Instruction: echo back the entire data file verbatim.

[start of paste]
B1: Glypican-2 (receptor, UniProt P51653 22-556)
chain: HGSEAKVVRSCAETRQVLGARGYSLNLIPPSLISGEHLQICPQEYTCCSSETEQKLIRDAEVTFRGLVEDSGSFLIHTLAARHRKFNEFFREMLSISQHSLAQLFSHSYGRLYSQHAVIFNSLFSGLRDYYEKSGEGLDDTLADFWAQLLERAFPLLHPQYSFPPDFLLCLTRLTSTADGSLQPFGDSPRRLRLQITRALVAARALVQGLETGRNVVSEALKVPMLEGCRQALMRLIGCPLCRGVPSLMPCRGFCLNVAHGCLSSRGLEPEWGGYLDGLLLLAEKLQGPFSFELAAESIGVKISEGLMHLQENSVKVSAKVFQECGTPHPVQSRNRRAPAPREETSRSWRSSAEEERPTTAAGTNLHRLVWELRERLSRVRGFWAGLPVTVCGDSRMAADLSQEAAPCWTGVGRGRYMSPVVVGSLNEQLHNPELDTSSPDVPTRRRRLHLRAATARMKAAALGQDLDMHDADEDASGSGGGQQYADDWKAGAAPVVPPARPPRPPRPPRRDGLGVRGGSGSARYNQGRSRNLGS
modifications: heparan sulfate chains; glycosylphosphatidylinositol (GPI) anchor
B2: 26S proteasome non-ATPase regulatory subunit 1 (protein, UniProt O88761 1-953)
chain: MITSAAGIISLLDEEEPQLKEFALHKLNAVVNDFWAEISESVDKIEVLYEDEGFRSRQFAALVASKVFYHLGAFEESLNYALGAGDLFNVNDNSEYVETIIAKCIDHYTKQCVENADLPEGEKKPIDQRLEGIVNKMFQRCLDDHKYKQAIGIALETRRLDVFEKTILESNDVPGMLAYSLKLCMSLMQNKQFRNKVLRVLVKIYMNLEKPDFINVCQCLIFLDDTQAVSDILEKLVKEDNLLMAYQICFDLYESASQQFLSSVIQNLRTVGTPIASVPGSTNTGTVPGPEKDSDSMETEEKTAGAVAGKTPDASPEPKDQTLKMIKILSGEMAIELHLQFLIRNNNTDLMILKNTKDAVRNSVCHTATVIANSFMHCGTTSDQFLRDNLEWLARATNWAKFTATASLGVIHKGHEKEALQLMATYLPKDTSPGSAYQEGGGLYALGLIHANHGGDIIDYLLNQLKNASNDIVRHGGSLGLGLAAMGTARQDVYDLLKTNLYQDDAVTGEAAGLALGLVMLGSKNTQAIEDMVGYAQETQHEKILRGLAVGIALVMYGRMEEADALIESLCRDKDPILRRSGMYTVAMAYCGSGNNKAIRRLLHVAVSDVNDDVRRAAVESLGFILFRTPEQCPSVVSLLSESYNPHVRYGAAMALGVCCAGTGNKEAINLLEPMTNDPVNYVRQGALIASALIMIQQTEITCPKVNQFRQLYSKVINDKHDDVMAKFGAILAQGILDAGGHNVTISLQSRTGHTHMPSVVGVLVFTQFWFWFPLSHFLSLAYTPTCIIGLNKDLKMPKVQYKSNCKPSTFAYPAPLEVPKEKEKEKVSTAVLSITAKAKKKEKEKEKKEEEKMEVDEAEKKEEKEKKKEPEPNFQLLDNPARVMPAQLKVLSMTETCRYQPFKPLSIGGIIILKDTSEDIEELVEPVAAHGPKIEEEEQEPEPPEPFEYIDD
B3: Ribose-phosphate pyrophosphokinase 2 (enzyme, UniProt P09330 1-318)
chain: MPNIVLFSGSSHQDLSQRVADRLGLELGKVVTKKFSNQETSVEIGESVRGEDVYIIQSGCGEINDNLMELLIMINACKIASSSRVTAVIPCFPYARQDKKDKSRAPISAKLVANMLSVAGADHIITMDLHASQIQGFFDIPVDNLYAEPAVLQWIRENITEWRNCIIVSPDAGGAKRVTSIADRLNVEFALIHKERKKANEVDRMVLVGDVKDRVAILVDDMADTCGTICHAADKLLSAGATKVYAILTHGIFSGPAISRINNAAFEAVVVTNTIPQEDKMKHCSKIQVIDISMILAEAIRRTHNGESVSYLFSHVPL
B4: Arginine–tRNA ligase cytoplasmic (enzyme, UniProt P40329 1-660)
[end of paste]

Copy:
B1: Glypican-2 (receptor, UniProt P51653 22-556)
chain: HGSEAKVVRSCAETRQVLGARGYSLNLIPPSLISGEHLQICPQEYTCCSSETEQKLIRDAEVTFRGLVEDSGSFLIHTLAARHRKFNEFFREMLSISQHSLAQLFSHSYGRLYSQHAVIFNSLFSGLRDYYEKSGEGLDDTLADFWAQLLERAFPLLHPQYSFPPDFLLCLTRLTSTADGSLQPFGDSPRRLRLQITRALVAARALVQGLETGRNVVSEALKVPMLEGCRQALMRLIGCPLCRGVPSLMPCRGFCLNVAHGCLSSRGLEPEWGGYLDGLLLLAEKLQGPFSFELAAESIGVKISEGLMHLQENSVKVSAKVFQECGTPHPVQSRNRRAPAPREETSRSWRSSAEEERPTTAAGTNLHRLVWELRERLSRVRGFWAGLPVTVCGDSRMAADLSQEAAPCWTGVGRGRYMSPVVVGSLNEQLHNPELDTSSPDVPTRRRRLHLRAATARMKAAALGQDLDMHDADEDASGSGGGQQYADDWKAGAAPVVPPARPPRPPRPPRRDGLGVRGGSGSARYNQGRSRNLGS
modifications: heparan sulfate chains; glycosylphosphatidylinositol (GPI) anchor
B2: 26S proteasome non-ATPase regulatory subunit 1 (protein, UniProt O88761 1-953)
chain: MITSAAGIISLLDEEEPQLKEFALHKLNAVVNDFWAEISESVDKIEVLYEDEGFRSRQFAALVASKVFYHLGAFEESLNYALGAGDLFNVNDNSEYVETIIAKCIDHYTKQCVENADLPEGEKKPIDQRLEGIVNKMFQRCLDDHKYKQAIGIALETRRLDVFEKTILESNDVPGMLAYSLKLCMSLMQNKQFRNKVLRVLVKIYMNLEKPDFINVCQCLIFLDDTQAVSDILEKLVKEDNLLMAYQICFDLYESASQQFLSSVIQNLRTVGTPIASVPGSTNTGTVPGPEKDSDSMETEEKTAGAVAGKTPDASPEPKDQTLKMIKILSGEMAIELHLQFLIRNNNTDLMILKNTKDAVRNSVCHTATVIANSFMHCGTTSDQFLRDNLEWLARATNWAKFTATASLGVIHKGHEKEALQLMATYLPKDTSPGSAYQEGGGLYALGLIHANHGGDIIDYLLNQLKNASNDIVRHGGSLGLGLAAMGTARQDVYDLLKTNLYQDDAVTGEAAGLALGLVMLGSKNTQAIEDMVGYAQETQHEKILRGLAVGIALVMYGRMEEADALIESLCRDKDPILRRSGMYTVAMAYCGSGNNKAIRRLLHVAVSDVNDDVRRAAVESLGFILFRTPEQCPSVVSLLSESYNPHVRYGAAMALGVCCAGTGNKEAINLLEPMTNDPVNYVRQGALIASALIMIQQTEITCPKVNQFRQLYSKVINDKHDDVMAKFGAILAQGILDAGGHNVTISLQSRTGHTHMPSVVGVLVFTQFWFWFPLSHFLSLAYTPTCIIGLNKDLKMPKVQYKSNCKPSTFAYPAPLEVPKEKEKEKVSTAVLSITAKAKKKEKEKEKKEEEKMEVDEAEKKEEKEKKKEPEPNFQLLDNPARVMPAQLKVLSMTETCRYQPFKPLSIGGIIILKDTSEDIEELVEPVAAHGPKIEEEEQEPEPPEPFEYIDD
B3: Ribose-phosphate pyrophosphokinase 2 (enzyme, UniProt P09330 1-318)
chain: MPNIVLFSGSSHQDLSQRVADRLGLELGKVVTKKFSNQETSVEIGESVRGEDVYIIQSGCGEINDNLMELLIMINACKIASSSRVTAVIPCFPYARQDKKDKSRAPISAKLVANMLSVAGADHIITMDLHASQIQGFFDIPVDNLYAEPAVLQWIRENITEWRNCIIVSPDAGGAKRVTSIADRLNVEFALIHKERKKANEVDRMVLVGDVKDRVAILVDDMADTCGTICHAADKLLSAGATKVYAILTHGIFSGPAISRINNAAFEAVVVTNTIPQEDKMKHCSKIQVIDISMILAEAIRRTHNGESVSYLFSHVPL
B4: Arginine–tRNA ligase cytoplasmic (enzyme, UniProt P40329 1-660)